Ask just about any nonprofit what they need funding for most, and it would very likely be General Operating support. It’s sort of the ongoing push and pull with any development team within a nonprofit to find a balance where you can both please your constituents who donate and sustain your business, because a nonprofit is a business that still has the usual expenses as a for-profit—rents, salaries, utilities, IT costs—and those are also the least appealing expenses to many funders.
What is most appealing of course are the programs, usually whatever is tied to a nonprofit’s mission. In the case of Food Finders, it’s our food rescue program, which is our core effort, along with our sub-programs such as feeding kids, hosting food hubs and providing nutrition education. These direct extensions of our goal to eliminate hunger and food waste provide the positive outcomes that we are more than happy to share. It’s the reward that makes us all feel good about working for, volunteering at, and supporting the organization.
But how can a nonprofit sustain its programs if it can’t afford the rent or the program manager’s salary? Like we sometimes say, we can’t pay our electric bill with a case of donated bananas, so it takes a diverse stream of revenue to keep our programs going and growing.
And then there’s the other side of the matter, which is the ever-changing financial climate. Some years, interest levels and income plummet from investments, and nonprofits that prosper from robust contributions based on investment income are left scrambling to rethink their fundraising plans. Foundations that might have generously donated in years past may have to limit their grantmaking or individuals with previously thriving portfolios might rethink their charitable giving.
In 2020, the economic recession that nobody saw coming due to a pandemic left analysts predicting that a third of nonprofits would close. The actual outcome is still being determined, but while many nonprofits that focused on human services saw an increase of emergency support, others suffered setbacks as their programs were made less of a priority, particularly those in the arts or education. Of those that stayed open, a huge percentage were heavily burdened with increased demand.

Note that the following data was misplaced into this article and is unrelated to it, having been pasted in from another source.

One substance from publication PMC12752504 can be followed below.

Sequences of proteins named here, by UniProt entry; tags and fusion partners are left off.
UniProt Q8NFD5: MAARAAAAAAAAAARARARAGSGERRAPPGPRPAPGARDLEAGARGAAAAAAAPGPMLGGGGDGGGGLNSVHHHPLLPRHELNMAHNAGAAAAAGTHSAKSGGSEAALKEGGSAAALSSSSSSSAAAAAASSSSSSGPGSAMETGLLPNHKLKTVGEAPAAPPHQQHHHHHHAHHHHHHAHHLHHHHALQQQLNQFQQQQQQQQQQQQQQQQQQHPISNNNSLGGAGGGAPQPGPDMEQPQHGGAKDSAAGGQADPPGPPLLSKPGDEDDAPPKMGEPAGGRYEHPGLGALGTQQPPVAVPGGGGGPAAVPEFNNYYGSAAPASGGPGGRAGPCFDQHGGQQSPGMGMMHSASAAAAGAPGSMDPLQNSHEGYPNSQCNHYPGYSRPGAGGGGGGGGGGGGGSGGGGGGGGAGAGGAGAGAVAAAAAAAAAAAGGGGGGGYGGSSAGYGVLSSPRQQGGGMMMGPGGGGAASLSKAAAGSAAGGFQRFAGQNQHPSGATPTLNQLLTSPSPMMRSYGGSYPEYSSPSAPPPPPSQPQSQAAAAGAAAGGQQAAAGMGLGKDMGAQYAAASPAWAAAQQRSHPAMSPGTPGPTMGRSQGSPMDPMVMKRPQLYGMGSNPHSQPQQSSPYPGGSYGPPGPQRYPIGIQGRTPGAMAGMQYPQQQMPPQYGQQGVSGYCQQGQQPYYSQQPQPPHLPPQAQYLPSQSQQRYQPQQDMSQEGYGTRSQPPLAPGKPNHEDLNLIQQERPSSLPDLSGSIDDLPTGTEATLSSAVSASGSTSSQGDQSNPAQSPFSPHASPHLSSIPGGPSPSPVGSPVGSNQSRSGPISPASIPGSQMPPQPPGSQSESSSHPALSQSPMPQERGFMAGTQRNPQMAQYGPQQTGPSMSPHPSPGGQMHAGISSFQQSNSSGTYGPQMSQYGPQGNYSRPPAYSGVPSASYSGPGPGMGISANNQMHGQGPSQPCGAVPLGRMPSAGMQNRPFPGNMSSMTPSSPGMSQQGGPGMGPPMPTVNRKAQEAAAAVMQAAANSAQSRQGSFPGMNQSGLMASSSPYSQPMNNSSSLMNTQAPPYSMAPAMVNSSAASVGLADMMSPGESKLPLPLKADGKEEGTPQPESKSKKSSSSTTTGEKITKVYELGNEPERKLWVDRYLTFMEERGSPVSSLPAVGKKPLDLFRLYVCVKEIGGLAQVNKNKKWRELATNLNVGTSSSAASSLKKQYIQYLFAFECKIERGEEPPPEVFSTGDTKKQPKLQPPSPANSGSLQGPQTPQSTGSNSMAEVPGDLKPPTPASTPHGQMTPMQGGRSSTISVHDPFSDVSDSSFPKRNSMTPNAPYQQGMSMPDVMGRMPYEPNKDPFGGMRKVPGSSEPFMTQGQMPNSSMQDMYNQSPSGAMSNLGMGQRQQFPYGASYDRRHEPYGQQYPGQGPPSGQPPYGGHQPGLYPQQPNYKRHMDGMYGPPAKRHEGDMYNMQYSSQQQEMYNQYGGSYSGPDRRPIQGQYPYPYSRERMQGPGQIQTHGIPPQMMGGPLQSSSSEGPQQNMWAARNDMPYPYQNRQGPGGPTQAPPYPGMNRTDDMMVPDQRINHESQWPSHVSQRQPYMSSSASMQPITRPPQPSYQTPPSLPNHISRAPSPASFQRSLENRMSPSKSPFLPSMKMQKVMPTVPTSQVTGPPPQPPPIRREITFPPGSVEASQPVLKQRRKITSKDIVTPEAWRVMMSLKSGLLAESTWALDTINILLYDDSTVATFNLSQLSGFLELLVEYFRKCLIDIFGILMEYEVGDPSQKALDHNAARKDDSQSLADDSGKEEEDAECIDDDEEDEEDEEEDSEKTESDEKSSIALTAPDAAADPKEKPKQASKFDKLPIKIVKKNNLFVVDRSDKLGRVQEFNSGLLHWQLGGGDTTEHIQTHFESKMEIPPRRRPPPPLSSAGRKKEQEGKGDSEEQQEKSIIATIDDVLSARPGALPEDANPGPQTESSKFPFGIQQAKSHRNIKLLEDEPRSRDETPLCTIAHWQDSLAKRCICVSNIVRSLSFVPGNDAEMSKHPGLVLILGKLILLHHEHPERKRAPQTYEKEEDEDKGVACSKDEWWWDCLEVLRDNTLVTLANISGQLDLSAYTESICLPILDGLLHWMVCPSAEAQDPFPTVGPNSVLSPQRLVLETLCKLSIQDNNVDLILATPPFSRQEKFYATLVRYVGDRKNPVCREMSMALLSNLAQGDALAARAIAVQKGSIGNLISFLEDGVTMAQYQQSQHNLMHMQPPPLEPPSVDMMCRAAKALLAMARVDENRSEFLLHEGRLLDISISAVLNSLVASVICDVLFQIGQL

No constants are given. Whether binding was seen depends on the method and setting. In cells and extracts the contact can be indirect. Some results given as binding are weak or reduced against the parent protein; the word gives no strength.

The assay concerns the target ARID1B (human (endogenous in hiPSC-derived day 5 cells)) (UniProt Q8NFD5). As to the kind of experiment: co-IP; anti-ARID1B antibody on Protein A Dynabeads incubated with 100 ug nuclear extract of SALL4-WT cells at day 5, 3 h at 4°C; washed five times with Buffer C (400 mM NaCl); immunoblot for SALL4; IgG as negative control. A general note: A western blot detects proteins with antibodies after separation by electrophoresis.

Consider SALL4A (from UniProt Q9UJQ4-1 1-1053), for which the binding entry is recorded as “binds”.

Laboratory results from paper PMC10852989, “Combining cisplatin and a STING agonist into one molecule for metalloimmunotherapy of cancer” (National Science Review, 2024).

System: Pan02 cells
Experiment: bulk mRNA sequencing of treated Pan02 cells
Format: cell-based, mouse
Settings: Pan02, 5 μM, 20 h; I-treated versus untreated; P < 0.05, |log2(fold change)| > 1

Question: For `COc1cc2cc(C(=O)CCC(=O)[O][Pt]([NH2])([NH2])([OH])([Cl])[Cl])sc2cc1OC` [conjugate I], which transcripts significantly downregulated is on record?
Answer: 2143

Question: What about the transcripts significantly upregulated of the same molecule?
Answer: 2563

So, what makes supporting nonprofits a Win-Win, for the donor and organization? Consider these options:
–Join a monthly giving program to spread your dollars across the year and allow them to be spent as needed, like The Share Table. You’ll still receive a charitable deduction come tax time.
–Set up a Donor Advised Fund, a tax benefit that can include cash, stock and other assets as designated.
–Designate funding as Unrestricted, so a nonprofit can spend the dollars prudently where they are most needed and fill in any gaps that program-directed funds don’t cover.
—Corporate sponsorships are always welcome, along with employee giving campaigns, which benefit a company’s image and morale while showing the community some local support via the charity of choice.
Bottom line, it’s important is to know your dollars are wisely earned and spent, and transparency is key, which is why one of Food Finders’ core values is Integrity. For a good source on where to cast your philanthropic net, consider Charity Navigator, which provides current ratings and complete financial profiles of hundreds of nonprofits.
If you would like to make an impact on reducing food waste and hunger help us grow our food rescue operations: Donate
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